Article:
I get a lot of spam. A lot. And I didn't sign up for any of it. Just now, I got a spam purporting to come from Transport for London. I did sign up to them, but not from the email addresses that it's being sent to. It's just spam, and it's being sent to the email address that I give when a form requires me to, but I don't want to give my real address.
And it's being sent from a demon.co.uk account, not by TfL.
People buy lists of email addresses from unscrupulous vendors. Unscrupulous vendors create lists of email addresses by using things like Google, and then automatic recognition programs to analyse the results and parse out email addresses. So, if I put "email@example.com" in this blog post, in a few days, Google will index it, and in the fullness of time the address "firstname.lastname@example.org" will be sold to gullible purchasers, who will then spam it. I hope that address doesn't actually exist! Well, I checked, it doesn't. But maybe one day someone will register the domain name farkleparker.com and create that email address. Or maybe they won't - the unscrupulous vendor doesn't care either way.
If a site actually cares about getting real email addresses, then it must use the "double opt-in" system, and I've used a few (a very few) that do. The way that works, is I sign up and give my email address. They then send an email to that address, asking for confirmation. If I ignore that email (or don't get it) then the email address is scrubbed. It's only if I reply, giving a code they sent me, that the email address is added to the list.
The main thing this prevents, is people signing up other people without their agreement. Including email@example.com.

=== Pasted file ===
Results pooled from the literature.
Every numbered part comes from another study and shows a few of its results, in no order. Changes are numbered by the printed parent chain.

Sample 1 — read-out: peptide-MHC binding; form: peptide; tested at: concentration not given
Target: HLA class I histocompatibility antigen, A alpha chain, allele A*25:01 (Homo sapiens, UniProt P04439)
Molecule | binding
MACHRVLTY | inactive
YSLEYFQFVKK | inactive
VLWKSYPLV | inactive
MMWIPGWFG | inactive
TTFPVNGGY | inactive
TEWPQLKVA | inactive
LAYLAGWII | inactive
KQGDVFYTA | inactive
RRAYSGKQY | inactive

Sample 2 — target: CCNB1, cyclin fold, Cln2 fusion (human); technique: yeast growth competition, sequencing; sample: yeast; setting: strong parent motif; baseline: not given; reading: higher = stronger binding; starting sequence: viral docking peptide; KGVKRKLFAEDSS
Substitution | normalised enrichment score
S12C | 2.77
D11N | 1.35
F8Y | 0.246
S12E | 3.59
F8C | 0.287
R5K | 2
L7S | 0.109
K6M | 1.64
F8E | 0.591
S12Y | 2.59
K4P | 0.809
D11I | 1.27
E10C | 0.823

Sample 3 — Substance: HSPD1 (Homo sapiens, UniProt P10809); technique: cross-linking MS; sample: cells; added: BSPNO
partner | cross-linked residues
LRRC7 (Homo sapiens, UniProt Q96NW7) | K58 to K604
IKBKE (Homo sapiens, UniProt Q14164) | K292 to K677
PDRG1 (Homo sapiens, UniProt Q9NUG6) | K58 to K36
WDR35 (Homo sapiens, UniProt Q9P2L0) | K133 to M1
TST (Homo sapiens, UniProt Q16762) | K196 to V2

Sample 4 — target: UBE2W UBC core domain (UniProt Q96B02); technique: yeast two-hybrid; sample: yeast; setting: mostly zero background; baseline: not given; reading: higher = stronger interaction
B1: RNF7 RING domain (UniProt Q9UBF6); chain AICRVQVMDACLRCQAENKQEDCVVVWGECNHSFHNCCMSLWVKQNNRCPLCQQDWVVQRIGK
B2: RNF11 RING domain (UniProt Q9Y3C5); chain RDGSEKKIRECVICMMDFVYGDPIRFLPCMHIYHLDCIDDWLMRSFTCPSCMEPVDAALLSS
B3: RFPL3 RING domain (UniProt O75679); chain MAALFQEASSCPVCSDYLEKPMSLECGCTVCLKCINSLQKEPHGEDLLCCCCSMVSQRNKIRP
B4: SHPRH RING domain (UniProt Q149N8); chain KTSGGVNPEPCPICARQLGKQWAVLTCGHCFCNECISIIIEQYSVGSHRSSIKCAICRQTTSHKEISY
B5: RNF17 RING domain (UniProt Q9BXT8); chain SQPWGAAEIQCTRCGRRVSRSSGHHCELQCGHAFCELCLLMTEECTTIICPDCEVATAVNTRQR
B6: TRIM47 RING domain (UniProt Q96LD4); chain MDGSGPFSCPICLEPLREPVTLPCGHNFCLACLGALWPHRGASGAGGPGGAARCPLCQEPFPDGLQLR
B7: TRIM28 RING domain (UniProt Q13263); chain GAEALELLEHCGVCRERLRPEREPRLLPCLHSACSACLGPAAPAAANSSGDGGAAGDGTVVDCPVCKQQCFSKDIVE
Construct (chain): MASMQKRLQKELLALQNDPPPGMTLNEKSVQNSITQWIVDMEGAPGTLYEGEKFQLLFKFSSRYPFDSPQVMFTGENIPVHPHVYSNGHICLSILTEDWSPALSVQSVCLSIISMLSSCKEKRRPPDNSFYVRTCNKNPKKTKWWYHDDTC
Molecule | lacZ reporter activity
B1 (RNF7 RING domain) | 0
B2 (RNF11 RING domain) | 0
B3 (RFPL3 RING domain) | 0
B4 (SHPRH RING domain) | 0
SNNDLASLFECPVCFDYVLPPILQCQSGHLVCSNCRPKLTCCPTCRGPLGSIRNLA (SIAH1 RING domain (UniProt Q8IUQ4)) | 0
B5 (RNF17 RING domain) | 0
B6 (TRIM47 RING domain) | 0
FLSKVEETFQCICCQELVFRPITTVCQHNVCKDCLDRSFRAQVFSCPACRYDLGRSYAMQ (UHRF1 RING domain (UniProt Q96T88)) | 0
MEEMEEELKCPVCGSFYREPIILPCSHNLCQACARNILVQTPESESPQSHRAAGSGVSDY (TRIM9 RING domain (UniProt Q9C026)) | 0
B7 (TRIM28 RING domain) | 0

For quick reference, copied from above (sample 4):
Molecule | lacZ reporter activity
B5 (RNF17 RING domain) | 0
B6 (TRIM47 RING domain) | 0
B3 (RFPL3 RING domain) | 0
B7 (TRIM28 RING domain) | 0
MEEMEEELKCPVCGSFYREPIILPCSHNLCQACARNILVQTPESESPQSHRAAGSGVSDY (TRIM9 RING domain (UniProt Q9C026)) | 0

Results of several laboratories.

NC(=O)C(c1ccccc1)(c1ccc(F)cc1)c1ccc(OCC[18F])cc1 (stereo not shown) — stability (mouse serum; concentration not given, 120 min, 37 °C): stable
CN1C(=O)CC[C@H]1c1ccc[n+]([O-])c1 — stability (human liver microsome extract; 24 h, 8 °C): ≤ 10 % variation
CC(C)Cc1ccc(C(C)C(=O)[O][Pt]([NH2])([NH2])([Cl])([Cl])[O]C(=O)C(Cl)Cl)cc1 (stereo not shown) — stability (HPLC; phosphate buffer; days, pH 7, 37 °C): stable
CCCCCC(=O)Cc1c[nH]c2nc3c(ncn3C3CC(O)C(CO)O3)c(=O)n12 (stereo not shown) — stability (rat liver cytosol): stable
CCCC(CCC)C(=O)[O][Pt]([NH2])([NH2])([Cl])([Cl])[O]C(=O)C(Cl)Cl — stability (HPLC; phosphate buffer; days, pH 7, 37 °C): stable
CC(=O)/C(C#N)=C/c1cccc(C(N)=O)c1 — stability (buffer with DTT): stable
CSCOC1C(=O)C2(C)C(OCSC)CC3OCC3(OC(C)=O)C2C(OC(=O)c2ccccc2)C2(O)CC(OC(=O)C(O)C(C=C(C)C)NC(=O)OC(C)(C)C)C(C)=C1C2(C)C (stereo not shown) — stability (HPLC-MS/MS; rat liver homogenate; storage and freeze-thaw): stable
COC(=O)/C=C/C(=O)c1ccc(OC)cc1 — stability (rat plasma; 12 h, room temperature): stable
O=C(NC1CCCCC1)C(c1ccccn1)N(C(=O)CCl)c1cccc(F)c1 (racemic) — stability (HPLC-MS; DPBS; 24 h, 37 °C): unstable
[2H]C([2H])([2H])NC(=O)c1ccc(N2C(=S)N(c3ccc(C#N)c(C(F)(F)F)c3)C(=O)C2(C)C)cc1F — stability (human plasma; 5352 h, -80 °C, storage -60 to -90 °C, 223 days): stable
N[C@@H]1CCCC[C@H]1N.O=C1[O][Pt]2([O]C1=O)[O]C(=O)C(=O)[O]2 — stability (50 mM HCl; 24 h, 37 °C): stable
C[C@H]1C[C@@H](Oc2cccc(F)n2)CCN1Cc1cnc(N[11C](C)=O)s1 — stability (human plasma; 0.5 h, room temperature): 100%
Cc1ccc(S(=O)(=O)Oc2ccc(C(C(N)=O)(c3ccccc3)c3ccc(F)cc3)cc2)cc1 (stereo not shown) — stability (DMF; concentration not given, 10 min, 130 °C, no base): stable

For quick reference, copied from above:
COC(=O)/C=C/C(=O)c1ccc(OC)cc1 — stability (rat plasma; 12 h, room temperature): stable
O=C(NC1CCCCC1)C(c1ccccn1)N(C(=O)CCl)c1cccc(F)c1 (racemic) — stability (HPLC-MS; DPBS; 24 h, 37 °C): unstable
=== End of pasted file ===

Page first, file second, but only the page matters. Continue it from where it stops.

So if firstname.lastname@example.org is in the Ashley Madison leaked list of email addresses, or if it's signed up to any other service that doesn't use double opt-in, then that doesn't actually mean that the owner for the address signed up. All it means is that someone signed up and gave that email address.
Tim Loughton MP, said "if, as looks possible, government email accounts in what should be
secure departments are this vulnerable to being hacked or impersonated
that raises its own serious security issues."
No, Tim. May I call you Tim? Email addresses aren't secret. They aren't supposed to be secret. They're like names. The name "Tim Loughton" is publicly available information, very easy to find, just like your phone number, fax number, address of your constituency in Shoreham, and their phone number and email address. His email address is
email@example.com. I got this from www.parliament.uk, the House of Commons web site. I could now go to any web site I wanted to, and give that email address in a sign-up. I won't, of course. But the fact that your email address is very easy to discover, is *not* a "serious security issue".
And I just read a column in the Telegraph, written by the usual ignoramuses. "What should you do if your email address is in the Ashley Madison list? Apologise."
Bad advice. Because maybe someone else signed up giving your address.